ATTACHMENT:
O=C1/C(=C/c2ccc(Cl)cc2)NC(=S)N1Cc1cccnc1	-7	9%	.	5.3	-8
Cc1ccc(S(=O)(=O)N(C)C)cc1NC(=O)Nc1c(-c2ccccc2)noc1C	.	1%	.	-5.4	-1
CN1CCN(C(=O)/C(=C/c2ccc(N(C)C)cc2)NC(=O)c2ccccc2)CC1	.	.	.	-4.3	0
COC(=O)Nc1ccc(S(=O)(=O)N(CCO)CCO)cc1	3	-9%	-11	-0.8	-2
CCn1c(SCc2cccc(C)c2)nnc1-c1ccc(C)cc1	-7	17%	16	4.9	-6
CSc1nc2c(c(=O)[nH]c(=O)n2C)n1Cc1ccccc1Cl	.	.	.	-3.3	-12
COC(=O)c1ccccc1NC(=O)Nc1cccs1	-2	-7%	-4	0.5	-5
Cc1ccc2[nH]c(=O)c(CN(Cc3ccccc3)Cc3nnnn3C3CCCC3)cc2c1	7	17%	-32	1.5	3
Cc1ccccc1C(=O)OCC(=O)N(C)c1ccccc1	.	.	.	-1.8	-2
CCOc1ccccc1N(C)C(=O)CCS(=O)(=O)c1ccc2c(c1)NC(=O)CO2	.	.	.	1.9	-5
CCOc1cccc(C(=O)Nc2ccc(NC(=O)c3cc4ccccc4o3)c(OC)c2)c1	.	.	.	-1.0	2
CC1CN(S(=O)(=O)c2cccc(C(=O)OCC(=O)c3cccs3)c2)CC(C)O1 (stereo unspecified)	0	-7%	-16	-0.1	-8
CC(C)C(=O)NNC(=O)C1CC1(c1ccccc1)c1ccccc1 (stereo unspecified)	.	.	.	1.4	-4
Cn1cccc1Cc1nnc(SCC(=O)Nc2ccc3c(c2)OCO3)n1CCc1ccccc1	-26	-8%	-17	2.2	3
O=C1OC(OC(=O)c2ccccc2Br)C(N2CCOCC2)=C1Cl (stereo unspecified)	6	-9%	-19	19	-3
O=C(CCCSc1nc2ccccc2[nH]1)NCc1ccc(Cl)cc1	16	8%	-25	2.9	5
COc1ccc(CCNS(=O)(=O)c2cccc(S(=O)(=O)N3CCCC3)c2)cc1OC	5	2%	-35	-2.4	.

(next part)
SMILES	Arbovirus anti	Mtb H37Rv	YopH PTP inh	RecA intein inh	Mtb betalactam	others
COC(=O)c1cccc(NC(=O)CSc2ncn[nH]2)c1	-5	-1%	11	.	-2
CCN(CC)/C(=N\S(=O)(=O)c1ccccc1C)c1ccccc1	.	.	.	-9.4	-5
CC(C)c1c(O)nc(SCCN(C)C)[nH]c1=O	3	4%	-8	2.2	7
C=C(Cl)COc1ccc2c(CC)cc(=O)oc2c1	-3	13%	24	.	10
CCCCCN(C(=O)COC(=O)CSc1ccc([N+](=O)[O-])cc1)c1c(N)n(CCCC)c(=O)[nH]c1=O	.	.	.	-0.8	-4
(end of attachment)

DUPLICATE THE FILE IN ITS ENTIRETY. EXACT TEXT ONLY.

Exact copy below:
O=C1/C(=C/c2ccc(Cl)cc2)NC(=S)N1Cc1cccnc1	-7	9%	.	5.3	-8
Cc1ccc(S(=O)(=O)N(C)C)cc1NC(=O)Nc1c(-c2ccccc2)noc1C	.	1%	.	-5.4	-1
CN1CCN(C(=O)/C(=C/c2ccc(N(C)C)cc2)NC(=O)c2ccccc2)CC1	.	.	.	-4.3	0
COC(=O)Nc1ccc(S(=O)(=O)N(CCO)CCO)cc1	3	-9%	-11	-0.8	-2
CCn1c(SCc2cccc(C)c2)nnc1-c1ccc(C)cc1	-7	17%	16	4.9	-6
CSc1nc2c(c(=O)[nH]c(=O)n2C)n1Cc1ccccc1Cl	.	.	.	-3.3	-12
COC(=O)c1ccccc1NC(=O)Nc1cccs1	-2	-7%	-4	0.5	-5
Cc1ccc2[nH]c(=O)c(CN(Cc3ccccc3)Cc3nnnn3C3CCCC3)cc2c1	7	17%	-32	1.5	3
Cc1ccccc1C(=O)OCC(=O)N(C)c1ccccc1	.	.	.	-1.8	-2
CCOc1ccccc1N(C)C(=O)CCS(=O)(=O)c1ccc2c(c1)NC(=O)CO2	.	.	.	1.9	-5
CCOc1cccc(C(=O)Nc2ccc(NC(=O)c3cc4ccccc4o3)c(OC)c2)c1	.	.	.	-1.0	2
CC1CN(S(=O)(=O)c2cccc(C(=O)OCC(=O)c3cccs3)c2)CC(C)O1 (stereo unspecified)	0	-7%	-16	-0.1	-8
CC(C)C(=O)NNC(=O)C1CC1(c1ccccc1)c1ccccc1 (stereo unspecified)	.	.	.	1.4	-4
Cn1cccc1Cc1nnc(SCC(=O)Nc2ccc3c(c2)OCO3)n1CCc1ccccc1	-26	-8%	-17	2.2	3
O=C1OC(OC(=O)c2ccccc2Br)C(N2CCOCC2)=C1Cl (stereo unspecified)	6	-9%	-19	19	-3
O=C(CCCSc1nc2ccccc2[nH]1)NCc1ccc(Cl)cc1	16	8%	-25	2.9	5
COc1ccc(CCNS(=O)(=O)c2cccc(S(=O)(=O)N3CCCC3)c2)cc1OC	5	2%	-35	-2.4	.

(next part)
SMILES	Arbovirus anti	Mtb H37Rv	YopH PTP inh	RecA intein inh	Mtb betalactam	others
COC(=O)c1cccc(NC(=O)CSc2ncn[nH]2)c1	-5	-1%	11	.	-2
CCN(CC)/C(=N\S(=O)(=O)c1ccccc1C)c1ccccc1	.	.	.	-9.4	-5
CC(C)c1c(O)nc(SCCN(C)C)[nH]c1=O	3	4%	-8	2.2	7
C=C(Cl)COc1ccc2c(CC)cc(=O)oc2c1	-3	13%	24	.	10
CCCCCN(C(=O)COC(=O)CSc1ccc([N+](=O)[O-])cc1)c1c(N)n(CCCC)c(=O)[nH]c1=O	.	.	.	-0.8	-4